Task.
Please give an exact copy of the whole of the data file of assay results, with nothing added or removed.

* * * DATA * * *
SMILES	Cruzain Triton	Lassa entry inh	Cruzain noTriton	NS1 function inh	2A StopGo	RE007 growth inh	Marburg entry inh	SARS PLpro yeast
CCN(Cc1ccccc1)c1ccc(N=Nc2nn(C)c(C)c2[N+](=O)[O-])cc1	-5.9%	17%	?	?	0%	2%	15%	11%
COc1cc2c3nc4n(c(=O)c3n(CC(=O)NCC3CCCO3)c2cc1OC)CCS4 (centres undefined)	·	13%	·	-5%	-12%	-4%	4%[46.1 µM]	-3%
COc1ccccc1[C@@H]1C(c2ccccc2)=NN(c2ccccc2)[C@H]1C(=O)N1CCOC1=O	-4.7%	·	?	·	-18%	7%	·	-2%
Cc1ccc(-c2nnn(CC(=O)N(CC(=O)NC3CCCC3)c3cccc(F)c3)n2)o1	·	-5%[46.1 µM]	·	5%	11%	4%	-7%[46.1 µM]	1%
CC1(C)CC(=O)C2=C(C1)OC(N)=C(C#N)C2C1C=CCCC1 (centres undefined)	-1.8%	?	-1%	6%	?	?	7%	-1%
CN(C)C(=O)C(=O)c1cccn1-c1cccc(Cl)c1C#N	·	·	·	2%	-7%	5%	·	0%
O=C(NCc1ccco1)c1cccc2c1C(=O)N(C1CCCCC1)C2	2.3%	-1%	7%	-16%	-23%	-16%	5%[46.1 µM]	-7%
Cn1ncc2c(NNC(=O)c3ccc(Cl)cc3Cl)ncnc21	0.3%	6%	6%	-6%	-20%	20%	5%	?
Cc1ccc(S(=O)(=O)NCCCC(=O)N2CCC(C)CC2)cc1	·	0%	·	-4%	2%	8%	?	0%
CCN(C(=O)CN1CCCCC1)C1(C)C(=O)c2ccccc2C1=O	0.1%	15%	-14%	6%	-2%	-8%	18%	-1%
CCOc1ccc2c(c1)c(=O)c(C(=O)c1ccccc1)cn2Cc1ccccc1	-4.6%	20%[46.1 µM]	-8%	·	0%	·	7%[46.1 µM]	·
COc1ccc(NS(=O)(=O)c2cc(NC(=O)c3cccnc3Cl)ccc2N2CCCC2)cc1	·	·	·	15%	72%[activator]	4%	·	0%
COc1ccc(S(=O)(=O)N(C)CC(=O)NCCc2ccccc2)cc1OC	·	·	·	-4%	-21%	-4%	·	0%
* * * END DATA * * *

SMILES	Cruzain Triton	Lassa entry inh	Cruzain noTriton	NS1 function inh	2A StopGo	RE007 growth inh	Marburg entry inh	SARS PLpro yeast
CCN(Cc1ccccc1)c1ccc(N=Nc2nn(C)c(C)c2[N+](=O)[O-])cc1	-5.9%	17%	?	?	0%	2%	15%	11%
COc1cc2c3nc4n(c(=O)c3n(CC(=O)NCC3CCCO3)c2cc1OC)CCS4 (centres undefined)	·	13%	·	-5%	-12%	-4%	4%[46.1 µM]	-3%
COc1ccccc1[C@@H]1C(c2ccccc2)=NN(c2ccccc2)[C@H]1C(=O)N1CCOC1=O	-4.7%	·	?	·	-18%	7%	·	-2%
Cc1ccc(-c2nnn(CC(=O)N(CC(=O)NC3CCCC3)c3cccc(F)c3)n2)o1	·	-5%[46.1 µM]	·	5%	11%	4%	-7%[46.1 µM]	1%
CC1(C)CC(=O)C2=C(C1)OC(N)=C(C#N)C2C1C=CCCC1 (centres undefined)	-1.8%	?	-1%	6%	?	?	7%	-1%
CN(C)C(=O)C(=O)c1cccn1-c1cccc(Cl)c1C#N	·	·	·	2%	-7%	5%	·	0%
O=C(NCc1ccco1)c1cccc2c1C(=O)N(C1CCCCC1)C2	2.3%	-1%	7%	-16%	-23%	-16%	5%[46.1 µM]	-7%
Cn1ncc2c(NNC(=O)c3ccc(Cl)cc3Cl)ncnc21	0.3%	6%	6%	-6%	-20%	20%	5%	?
Cc1ccc(S(=O)(=O)NCCCC(=O)N2CCC(C)CC2)cc1	·	0%	·	-4%	2%	8%	?	0%
CCN(C(=O)CN1CCCCC1)C1(C)C(=O)c2ccccc2C1=O	0.1%	15%	-14%	6%	-2%	-8%	18%	-1%
CCOc1ccc2c(c1)c(=O)c(C(=O)c1ccccc1)cn2Cc1ccccc1	-4.6%	20%[46.1 µM]	-8%	·	0%	·	7%[46.1 µM]	·
COc1ccc(NS(=O)(=O)c2cc(NC(=O)c3cccnc3Cl)ccc2N2CCCC2)cc1	·	·	·	15%	72%[activator]	4%	·	0%
COc1ccc(S(=O)(=O)N(C)CC(=O)NCCc2ccccc2)cc1OC	·	·	·	-4%	-21%	-4%	·	0%